I Think We Are Alone The King's Theatre Edinburgh Review Tuesday 18th February



“I Think We Are Alone" at The King’s Theatre Edinburgh (Tuesday 18th to Saturday 22nd February) is a brave production to bring to the stage and, although there are some interesting ideas here, I left the theatre with a strange feeling of stories still waiting to be told as the people that we meet are often visited in far too small moments of their lives.

Our central story involves two sisters separated from each other by only three years, once so close to one another, but due to childhood events still reaching out down the years to them, and the truth truly being in the eye of the beholders, they have not spoken to each other for eight years. Here, Charlotte Bate (Ange) and Polly Frame (Clare) give exceptionally powerful performances that give layers of unspoken depth to their characters, but the style of the writing means that these performances are, until the resolution of the story, only monologues.  This monologue narrative is all too often used with our other “stories to tell” - Chizzy Akudolu (Josie), Caleb Roberts (Manny), Simone Saunders (Bex) and  Andrew Turner ( Graham) - and despite fine performances from everyone, I found myself just starting to get interested in their personal stories when we switched to another person.  In some way, without everyone knowing everyone else, there is also, as our story arcs develop, layers of interaction connecting the characters at some level so that our individual stories fit into a larger, but unseen by anyone, picture and the question at the interval is the obvious one of how everything will be resolved in Act II.

Overall, as the title implies, “I Think We Are Alone" confronts some dark spaces in people’s past and present lives, and Act II has a far darker tone than Act I, but, overall, our characters’ stories and the issues raised in them have been told so many times before that it is difficult always to make something new from them.  There is a nice little twist at the end to one story, but I am saving that for audiences to find out for themselves. 

There is a current theme in this story of the need to make sense of the world, the loss of loved ones, and the need to reconnect  in some way with people that are needed in our life for it to be complete again, and this is perhaps where the story gets trapped a little in wanting to find a neat and circular solution to everyone’s story, and the result is those very neat overlapping circles of Venn diagrams that I still remember from my school days.  This neatness of resolution to everything for me is an odd one as life so often is just not like that, instead it is far too often broken lines, unresolved issues and wounds that never heal.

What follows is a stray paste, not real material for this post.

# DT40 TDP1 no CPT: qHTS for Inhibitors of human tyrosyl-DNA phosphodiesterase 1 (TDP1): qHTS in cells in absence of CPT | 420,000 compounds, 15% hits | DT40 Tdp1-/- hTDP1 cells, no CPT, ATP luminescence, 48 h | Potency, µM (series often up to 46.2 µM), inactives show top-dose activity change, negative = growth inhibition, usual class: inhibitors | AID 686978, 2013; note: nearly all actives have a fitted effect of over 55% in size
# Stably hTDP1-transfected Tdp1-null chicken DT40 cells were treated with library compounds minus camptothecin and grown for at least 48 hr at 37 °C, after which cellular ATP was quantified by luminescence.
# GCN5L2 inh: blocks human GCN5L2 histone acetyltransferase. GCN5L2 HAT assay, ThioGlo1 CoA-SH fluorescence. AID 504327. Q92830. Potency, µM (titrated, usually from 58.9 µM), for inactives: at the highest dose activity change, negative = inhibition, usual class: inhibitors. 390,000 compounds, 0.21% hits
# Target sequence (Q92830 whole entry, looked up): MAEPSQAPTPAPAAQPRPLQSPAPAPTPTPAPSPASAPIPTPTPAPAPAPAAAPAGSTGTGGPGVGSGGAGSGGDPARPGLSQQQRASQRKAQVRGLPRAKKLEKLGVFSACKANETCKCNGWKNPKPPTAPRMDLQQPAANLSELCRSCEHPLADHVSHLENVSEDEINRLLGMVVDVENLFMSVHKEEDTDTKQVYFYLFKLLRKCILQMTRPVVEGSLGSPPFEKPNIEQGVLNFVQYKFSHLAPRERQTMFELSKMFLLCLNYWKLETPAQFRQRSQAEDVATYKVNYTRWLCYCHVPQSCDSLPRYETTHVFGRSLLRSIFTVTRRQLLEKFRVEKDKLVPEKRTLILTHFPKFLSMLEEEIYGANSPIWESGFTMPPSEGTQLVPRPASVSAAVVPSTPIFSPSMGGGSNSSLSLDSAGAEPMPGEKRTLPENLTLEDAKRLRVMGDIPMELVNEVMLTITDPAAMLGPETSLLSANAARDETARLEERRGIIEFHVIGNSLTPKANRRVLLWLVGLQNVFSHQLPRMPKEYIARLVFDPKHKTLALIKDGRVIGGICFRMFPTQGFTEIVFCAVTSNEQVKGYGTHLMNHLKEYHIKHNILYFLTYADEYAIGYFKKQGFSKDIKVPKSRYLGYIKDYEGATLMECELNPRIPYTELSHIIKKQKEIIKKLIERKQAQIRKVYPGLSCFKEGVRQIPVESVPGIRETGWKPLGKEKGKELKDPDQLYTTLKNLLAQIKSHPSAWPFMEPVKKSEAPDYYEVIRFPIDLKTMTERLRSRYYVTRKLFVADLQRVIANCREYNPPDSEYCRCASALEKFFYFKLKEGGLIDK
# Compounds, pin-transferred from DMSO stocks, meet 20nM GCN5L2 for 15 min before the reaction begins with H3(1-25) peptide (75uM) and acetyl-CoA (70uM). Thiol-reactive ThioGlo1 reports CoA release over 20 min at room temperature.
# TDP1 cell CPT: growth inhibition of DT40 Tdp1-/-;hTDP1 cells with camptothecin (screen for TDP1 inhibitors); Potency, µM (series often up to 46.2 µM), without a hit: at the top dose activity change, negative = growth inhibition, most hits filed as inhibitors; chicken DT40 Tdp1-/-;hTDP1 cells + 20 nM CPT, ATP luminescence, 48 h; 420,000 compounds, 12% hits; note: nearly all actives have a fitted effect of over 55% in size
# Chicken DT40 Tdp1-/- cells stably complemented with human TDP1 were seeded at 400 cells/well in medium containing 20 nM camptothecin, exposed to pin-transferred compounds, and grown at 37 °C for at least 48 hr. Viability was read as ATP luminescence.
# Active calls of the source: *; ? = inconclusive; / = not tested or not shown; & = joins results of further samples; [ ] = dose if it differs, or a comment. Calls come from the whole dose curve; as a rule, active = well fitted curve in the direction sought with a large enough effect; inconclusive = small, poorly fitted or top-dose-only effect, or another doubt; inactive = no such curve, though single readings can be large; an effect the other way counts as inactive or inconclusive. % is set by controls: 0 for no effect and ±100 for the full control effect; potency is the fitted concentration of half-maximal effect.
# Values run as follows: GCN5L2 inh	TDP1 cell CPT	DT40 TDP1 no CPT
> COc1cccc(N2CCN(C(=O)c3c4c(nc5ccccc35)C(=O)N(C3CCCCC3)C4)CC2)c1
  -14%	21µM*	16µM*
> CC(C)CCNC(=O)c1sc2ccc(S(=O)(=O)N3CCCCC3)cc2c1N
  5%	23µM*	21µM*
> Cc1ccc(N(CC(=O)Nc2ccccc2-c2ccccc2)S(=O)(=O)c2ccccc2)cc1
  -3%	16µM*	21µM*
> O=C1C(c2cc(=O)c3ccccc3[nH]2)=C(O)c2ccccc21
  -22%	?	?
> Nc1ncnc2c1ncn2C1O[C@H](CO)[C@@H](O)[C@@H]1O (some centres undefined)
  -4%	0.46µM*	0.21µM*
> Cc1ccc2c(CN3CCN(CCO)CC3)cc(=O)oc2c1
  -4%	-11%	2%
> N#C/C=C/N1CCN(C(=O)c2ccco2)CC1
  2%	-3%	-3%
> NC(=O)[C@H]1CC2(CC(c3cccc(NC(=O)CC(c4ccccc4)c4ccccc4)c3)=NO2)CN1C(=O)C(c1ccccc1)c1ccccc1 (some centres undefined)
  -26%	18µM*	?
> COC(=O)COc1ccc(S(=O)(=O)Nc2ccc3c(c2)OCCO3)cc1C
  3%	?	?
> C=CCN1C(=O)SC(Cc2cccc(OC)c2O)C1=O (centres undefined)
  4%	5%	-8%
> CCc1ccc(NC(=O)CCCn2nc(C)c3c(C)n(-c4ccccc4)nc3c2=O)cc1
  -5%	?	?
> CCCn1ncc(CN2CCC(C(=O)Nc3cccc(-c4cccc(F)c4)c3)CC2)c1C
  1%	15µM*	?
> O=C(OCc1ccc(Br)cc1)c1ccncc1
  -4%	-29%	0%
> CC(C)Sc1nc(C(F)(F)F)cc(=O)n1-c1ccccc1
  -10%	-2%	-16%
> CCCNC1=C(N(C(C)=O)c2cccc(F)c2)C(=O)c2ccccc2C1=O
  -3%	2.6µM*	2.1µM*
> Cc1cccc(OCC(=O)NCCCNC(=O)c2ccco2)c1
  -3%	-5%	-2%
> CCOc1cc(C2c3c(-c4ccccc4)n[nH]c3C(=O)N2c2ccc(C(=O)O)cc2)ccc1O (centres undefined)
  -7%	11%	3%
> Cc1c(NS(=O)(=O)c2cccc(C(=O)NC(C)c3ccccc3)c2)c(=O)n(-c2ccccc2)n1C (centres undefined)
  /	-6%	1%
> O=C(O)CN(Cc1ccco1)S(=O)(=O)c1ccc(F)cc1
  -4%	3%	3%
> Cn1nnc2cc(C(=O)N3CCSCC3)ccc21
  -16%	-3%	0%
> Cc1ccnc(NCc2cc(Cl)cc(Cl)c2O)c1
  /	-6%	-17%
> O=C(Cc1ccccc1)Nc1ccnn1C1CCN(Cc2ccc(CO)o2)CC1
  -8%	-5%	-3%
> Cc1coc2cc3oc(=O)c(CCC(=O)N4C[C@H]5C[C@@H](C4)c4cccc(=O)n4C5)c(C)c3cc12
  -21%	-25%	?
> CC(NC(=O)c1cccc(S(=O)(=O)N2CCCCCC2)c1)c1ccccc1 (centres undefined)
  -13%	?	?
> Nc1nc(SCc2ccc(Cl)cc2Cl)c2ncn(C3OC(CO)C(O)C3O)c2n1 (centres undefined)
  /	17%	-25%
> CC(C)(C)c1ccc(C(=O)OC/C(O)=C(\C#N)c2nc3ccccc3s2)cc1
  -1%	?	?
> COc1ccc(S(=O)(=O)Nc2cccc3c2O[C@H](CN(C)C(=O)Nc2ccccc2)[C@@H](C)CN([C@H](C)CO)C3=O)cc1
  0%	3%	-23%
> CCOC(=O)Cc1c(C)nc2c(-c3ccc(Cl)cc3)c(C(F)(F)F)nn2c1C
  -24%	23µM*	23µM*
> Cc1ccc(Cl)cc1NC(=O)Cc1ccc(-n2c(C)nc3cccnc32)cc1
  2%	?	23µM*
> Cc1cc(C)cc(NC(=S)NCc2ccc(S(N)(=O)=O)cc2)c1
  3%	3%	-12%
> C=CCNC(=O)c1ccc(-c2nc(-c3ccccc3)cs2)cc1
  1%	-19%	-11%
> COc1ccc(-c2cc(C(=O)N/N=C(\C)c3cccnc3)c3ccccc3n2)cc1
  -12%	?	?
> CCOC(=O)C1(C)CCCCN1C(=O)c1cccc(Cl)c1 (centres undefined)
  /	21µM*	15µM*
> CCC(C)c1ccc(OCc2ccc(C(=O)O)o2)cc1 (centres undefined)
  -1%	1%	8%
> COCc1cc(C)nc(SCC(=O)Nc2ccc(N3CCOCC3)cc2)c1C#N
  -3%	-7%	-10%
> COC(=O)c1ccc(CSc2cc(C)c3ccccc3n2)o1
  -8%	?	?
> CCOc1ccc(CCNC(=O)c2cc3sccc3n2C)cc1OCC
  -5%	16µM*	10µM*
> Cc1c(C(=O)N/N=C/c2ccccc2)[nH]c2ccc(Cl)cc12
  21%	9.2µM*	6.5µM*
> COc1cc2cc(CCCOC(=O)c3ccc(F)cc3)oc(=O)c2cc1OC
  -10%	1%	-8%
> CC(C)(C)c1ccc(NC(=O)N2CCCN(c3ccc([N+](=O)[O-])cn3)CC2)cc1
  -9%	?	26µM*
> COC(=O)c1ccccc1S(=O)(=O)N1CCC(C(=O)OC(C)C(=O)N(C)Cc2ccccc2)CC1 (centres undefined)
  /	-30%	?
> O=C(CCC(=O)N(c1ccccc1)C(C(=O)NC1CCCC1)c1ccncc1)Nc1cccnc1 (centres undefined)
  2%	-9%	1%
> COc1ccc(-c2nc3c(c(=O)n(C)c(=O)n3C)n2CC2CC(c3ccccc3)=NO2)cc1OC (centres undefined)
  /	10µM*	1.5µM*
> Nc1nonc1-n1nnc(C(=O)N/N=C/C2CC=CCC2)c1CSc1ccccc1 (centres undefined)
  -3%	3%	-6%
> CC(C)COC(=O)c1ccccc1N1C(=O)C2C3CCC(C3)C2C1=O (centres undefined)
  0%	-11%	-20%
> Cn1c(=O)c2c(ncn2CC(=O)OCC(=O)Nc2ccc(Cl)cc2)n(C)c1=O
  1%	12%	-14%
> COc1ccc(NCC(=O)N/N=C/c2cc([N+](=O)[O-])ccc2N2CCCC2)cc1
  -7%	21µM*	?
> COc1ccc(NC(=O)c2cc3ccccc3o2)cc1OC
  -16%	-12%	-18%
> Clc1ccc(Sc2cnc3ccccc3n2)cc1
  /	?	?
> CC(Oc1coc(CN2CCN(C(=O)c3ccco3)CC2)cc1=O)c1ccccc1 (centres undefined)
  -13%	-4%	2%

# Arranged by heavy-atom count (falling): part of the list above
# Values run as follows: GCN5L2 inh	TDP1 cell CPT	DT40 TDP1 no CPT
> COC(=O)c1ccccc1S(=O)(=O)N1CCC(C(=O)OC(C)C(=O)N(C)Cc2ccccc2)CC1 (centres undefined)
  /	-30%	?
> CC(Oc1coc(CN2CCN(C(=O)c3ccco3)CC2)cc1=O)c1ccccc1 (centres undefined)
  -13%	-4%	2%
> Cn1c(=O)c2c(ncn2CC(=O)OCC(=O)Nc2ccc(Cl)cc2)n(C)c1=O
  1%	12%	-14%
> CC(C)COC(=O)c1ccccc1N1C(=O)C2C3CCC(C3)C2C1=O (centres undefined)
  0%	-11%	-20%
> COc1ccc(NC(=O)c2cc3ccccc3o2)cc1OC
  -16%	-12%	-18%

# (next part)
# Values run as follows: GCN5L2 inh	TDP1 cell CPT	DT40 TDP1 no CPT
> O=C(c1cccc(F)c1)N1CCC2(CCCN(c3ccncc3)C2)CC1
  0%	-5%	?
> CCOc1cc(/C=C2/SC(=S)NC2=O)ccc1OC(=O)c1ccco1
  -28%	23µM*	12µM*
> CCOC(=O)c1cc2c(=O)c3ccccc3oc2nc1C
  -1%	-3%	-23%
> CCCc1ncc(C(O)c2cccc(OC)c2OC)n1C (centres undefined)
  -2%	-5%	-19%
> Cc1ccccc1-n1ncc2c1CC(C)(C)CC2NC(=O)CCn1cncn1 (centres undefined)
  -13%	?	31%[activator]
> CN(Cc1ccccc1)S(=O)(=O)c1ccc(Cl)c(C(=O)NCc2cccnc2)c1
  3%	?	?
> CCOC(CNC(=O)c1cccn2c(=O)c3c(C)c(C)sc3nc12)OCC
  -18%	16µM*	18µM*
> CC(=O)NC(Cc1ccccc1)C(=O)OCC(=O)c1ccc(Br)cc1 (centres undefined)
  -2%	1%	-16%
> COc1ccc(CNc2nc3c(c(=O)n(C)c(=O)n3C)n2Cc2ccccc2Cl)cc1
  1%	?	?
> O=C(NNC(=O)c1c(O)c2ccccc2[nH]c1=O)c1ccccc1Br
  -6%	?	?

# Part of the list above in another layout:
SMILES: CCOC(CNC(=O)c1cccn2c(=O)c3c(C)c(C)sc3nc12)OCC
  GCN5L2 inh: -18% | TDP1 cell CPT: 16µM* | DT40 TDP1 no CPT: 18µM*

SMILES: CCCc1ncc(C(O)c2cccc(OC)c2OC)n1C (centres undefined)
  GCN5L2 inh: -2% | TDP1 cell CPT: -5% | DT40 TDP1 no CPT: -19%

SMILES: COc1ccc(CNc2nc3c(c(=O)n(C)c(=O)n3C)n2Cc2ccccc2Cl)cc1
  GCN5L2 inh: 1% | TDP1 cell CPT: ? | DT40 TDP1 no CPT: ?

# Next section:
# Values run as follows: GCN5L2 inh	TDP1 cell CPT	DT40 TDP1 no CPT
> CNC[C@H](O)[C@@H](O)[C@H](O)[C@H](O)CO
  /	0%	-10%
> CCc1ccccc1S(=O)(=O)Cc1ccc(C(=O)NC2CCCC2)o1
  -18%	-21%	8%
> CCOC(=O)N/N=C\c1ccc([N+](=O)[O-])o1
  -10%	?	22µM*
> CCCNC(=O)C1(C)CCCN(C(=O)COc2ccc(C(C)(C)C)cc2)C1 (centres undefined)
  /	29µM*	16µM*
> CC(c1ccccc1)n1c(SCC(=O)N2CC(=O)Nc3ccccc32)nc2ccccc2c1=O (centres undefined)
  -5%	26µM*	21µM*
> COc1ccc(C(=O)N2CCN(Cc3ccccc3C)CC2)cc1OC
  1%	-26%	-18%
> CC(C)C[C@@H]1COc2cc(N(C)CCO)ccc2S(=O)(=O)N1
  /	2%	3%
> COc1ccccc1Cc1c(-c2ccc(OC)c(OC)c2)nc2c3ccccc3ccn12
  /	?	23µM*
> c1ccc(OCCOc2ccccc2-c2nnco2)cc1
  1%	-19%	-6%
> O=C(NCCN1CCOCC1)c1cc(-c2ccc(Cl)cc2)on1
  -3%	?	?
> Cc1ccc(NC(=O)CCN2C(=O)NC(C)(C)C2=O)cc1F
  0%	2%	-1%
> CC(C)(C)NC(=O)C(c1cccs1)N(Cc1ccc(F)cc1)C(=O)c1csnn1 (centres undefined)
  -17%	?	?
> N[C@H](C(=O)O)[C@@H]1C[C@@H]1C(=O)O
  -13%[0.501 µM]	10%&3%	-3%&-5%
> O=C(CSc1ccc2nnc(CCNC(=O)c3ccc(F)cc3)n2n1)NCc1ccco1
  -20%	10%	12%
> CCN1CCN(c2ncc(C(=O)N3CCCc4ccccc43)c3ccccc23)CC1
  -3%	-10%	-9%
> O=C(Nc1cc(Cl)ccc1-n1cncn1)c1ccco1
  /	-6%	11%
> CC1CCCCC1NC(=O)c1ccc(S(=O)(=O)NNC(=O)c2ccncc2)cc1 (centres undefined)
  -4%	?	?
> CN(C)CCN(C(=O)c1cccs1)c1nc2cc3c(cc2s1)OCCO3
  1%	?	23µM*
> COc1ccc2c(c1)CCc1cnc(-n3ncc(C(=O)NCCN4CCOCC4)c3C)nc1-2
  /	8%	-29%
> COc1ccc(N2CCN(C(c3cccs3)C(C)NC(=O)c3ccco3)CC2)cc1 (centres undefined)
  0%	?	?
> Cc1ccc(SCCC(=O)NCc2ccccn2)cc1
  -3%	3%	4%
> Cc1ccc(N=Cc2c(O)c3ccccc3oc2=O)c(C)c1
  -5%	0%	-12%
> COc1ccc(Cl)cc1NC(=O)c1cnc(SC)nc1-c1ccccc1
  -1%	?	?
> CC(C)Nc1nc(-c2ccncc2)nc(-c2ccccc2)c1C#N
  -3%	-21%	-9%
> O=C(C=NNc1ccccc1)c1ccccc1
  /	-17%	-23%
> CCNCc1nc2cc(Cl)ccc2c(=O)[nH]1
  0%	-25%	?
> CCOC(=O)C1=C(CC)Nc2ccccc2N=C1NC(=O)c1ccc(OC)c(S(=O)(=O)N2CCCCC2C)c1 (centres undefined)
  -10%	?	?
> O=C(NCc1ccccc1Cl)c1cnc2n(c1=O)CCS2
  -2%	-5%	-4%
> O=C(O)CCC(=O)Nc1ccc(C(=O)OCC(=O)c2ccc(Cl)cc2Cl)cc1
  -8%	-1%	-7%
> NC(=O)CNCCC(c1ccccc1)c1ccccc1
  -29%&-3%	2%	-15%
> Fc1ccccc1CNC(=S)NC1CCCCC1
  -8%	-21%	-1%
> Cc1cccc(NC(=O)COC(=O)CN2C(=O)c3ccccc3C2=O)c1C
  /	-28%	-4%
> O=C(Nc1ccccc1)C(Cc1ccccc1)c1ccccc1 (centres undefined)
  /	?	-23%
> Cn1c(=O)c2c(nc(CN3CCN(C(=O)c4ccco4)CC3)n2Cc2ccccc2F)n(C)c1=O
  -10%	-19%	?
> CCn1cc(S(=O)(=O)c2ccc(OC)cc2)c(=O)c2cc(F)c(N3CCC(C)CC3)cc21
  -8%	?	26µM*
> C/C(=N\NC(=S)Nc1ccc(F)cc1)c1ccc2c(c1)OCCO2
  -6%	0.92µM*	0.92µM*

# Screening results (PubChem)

There are many pluses to this production too, and one of those is the very unusual choice of stage set, well no stage set, just a stark art-house style installation of large moving rectangles that along with our cast are choreographed in movement more like a contemporary dance performance, to the second.  Our rectangles are underused though and miss the opportunity to use colours and visuals to match people’s emotional states and stories.

“I Think We Are Alone" is a bold production that is giving a very contemporary arts feel to this production and co-directors Kathy Burke and Scott Graham have with designer Morgan Large created something that is strikingly visual here in its aesthetic.  There is more detail here to our stories too in cleverly used lighting (Paul Keogan) and sound (Ella Wahlstrom) design, but it is very subtle and easily missed at times.


Review by Tom King


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In Loving Memory - Edinburgh's Graveyards & Cemeteries by Lisa Sibbald

120 pages with nearly 200 new photographs by the author

The images on gravestones can mean so much.  Sometimes they are simply just decoration, but particularly on earlier gravestones there can be symbolism that tells you about the person who died, their beliefs, or maybe the beliefs of those who buried them.

This book will help you to understand the meaning of gravestones, as well as giving an insight into the history of mourning and burial, and a look at some of the many interesting gravestones in Edinburgh’s churchyards and cemeteries.  It can only ever be an introduction to the subject, but hopefully by the time you’ve read it, you’ll want to get out and explore graveyards and see what more you can discover






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